Published online by Cambridge University Press: 05 June 2016
The previous chapter introduced the basic concepts of strict liability and negligence, and examined incentives under the two standards. But these tort standards have not always been available to plaintiffs. The tort system began with a very narrow scope of application, basically restricted to giving victims of crime a forum in which to seek compensation from their injurers. As time passed, tort law expanded to permit victims of less serious infringements, such as accidents on the roads, a means of seeking redress in the courts. This chapter examines how this change came about.
The short answer is that the change occurred through an evolutionary process. As the tort system expanded, the old rules that worked reasonably well under its early narrow scope began to generate unintended consequences and poor results. This led, in turn, to pressure to reform the tort system within the common law process, through modifications of tort doctrine, which is what occurred over the centuries. This chapter examines this process of evolution from the earliest to the modern tort cases.
Along the way this chapter explores one long-standing controversy in tort theory: whether the underlying norm of ancient tort law was strict liability or liability based on fault (negligence). This question was addressed by Holmes in his book on the common law.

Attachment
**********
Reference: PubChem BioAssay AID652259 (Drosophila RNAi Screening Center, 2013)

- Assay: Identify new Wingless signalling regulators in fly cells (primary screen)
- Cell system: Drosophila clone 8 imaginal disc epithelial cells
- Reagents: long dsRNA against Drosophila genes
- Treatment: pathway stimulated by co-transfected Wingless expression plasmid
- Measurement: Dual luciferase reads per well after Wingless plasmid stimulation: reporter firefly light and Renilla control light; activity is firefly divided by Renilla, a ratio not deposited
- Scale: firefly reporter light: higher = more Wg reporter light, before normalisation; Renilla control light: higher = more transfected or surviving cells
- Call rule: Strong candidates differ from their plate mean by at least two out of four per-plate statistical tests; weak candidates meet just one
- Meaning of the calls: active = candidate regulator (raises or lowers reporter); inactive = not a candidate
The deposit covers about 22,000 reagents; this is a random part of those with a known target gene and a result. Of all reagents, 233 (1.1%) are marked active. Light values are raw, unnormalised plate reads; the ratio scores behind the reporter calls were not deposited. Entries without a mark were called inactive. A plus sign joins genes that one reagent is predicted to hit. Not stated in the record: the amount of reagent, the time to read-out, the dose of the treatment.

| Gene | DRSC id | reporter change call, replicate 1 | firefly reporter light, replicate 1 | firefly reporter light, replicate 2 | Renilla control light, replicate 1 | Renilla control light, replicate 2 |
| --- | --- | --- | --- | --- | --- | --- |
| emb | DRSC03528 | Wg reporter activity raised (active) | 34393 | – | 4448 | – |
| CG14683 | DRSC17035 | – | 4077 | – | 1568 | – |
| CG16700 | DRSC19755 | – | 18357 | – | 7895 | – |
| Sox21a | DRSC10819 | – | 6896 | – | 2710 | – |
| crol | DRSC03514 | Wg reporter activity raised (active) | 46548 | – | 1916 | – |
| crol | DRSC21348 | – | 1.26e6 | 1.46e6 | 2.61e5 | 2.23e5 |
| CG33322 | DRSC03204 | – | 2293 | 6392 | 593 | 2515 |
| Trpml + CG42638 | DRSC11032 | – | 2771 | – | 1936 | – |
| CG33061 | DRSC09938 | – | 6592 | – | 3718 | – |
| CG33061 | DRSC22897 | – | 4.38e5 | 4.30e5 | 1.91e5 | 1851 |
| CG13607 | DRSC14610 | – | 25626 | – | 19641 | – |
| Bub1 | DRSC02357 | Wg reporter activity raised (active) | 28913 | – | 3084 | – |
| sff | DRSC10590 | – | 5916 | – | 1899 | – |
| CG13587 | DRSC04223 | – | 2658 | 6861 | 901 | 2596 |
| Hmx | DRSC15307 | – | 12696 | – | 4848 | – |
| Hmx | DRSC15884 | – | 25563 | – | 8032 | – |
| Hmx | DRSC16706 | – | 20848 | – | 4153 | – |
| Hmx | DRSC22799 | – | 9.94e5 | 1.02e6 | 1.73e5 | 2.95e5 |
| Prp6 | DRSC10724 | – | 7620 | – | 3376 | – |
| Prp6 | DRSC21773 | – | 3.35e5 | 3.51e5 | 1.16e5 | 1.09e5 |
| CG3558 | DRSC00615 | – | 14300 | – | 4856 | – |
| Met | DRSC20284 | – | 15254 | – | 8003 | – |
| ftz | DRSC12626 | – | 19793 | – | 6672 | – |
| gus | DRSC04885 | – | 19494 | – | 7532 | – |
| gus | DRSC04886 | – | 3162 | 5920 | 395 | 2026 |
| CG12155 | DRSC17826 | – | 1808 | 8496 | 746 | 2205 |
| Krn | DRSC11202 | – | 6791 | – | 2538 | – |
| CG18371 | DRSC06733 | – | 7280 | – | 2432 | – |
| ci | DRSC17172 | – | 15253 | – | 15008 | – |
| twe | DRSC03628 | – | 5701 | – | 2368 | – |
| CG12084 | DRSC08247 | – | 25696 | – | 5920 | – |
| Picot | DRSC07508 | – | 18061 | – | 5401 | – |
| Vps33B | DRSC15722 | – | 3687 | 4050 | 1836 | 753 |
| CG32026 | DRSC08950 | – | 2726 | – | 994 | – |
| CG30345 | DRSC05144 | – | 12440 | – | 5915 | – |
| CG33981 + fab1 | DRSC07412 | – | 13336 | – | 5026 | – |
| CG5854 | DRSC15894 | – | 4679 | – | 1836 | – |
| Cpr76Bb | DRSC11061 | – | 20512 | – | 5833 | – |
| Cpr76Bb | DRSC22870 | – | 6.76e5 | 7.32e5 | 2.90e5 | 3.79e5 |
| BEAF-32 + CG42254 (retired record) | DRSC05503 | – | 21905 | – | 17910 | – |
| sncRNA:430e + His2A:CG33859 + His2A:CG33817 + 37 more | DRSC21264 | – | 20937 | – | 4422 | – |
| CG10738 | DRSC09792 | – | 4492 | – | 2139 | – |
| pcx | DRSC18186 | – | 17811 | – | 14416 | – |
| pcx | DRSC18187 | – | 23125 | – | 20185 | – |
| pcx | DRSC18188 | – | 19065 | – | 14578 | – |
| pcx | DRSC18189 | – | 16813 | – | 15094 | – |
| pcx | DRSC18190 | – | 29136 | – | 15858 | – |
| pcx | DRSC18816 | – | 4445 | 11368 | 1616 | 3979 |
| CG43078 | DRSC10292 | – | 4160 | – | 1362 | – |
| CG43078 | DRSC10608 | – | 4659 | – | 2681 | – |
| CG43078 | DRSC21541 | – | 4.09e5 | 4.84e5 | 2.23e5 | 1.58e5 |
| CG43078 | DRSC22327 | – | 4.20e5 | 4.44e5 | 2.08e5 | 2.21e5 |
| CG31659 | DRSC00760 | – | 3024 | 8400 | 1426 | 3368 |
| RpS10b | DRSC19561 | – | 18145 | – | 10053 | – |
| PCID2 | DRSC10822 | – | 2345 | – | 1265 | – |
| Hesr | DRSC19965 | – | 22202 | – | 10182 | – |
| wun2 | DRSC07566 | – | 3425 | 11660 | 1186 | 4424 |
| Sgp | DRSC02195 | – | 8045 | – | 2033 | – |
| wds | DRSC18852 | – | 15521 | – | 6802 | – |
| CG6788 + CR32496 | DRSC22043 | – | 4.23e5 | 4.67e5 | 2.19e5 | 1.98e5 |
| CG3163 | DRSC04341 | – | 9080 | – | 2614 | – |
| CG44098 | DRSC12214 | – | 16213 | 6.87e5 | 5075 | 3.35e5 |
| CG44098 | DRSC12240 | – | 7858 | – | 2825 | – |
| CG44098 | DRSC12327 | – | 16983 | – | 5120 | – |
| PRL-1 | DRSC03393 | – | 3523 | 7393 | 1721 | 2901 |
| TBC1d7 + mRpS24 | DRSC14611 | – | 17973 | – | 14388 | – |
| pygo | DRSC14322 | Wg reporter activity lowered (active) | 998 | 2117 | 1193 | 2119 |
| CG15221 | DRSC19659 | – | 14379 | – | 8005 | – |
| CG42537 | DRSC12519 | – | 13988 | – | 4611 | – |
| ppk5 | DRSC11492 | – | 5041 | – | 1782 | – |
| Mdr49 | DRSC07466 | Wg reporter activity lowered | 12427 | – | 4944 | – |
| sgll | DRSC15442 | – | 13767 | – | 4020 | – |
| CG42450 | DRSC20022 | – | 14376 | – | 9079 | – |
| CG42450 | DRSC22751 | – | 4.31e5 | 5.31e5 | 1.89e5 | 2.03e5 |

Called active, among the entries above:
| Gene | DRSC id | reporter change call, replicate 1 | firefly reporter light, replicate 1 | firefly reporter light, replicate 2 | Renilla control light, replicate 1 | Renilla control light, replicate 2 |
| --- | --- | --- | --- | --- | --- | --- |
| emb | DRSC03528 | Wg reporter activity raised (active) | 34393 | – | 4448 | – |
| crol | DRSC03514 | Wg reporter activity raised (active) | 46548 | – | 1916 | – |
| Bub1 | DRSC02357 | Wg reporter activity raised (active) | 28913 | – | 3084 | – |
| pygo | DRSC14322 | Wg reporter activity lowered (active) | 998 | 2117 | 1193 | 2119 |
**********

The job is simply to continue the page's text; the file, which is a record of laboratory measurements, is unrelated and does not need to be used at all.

Holmes argued that the fault principle was evident in the earliest tort cases, and distinguished his position from two alternatives: that an individual always acts at his peril (strict liability) and that tort liability results from a failure to comply with moral norms (ethical liability). The strict liability theory, a prominent account of tort liability at least since the mid–nineteenth century, has received additional support from the modern thesis that courts adopted the fault principle near the end of the Industrial Revolution to subsidize emerging industries. The ethical theory has also been a prominent account, but it has not featured much in the historical controversy over the nature of ancient tort liability. Hence, in this chapter I will explore the broader distinction between strict liability and fault as foundational principles in tort law – not the more fine-grained distinction between objectivist and ethical theories of fault.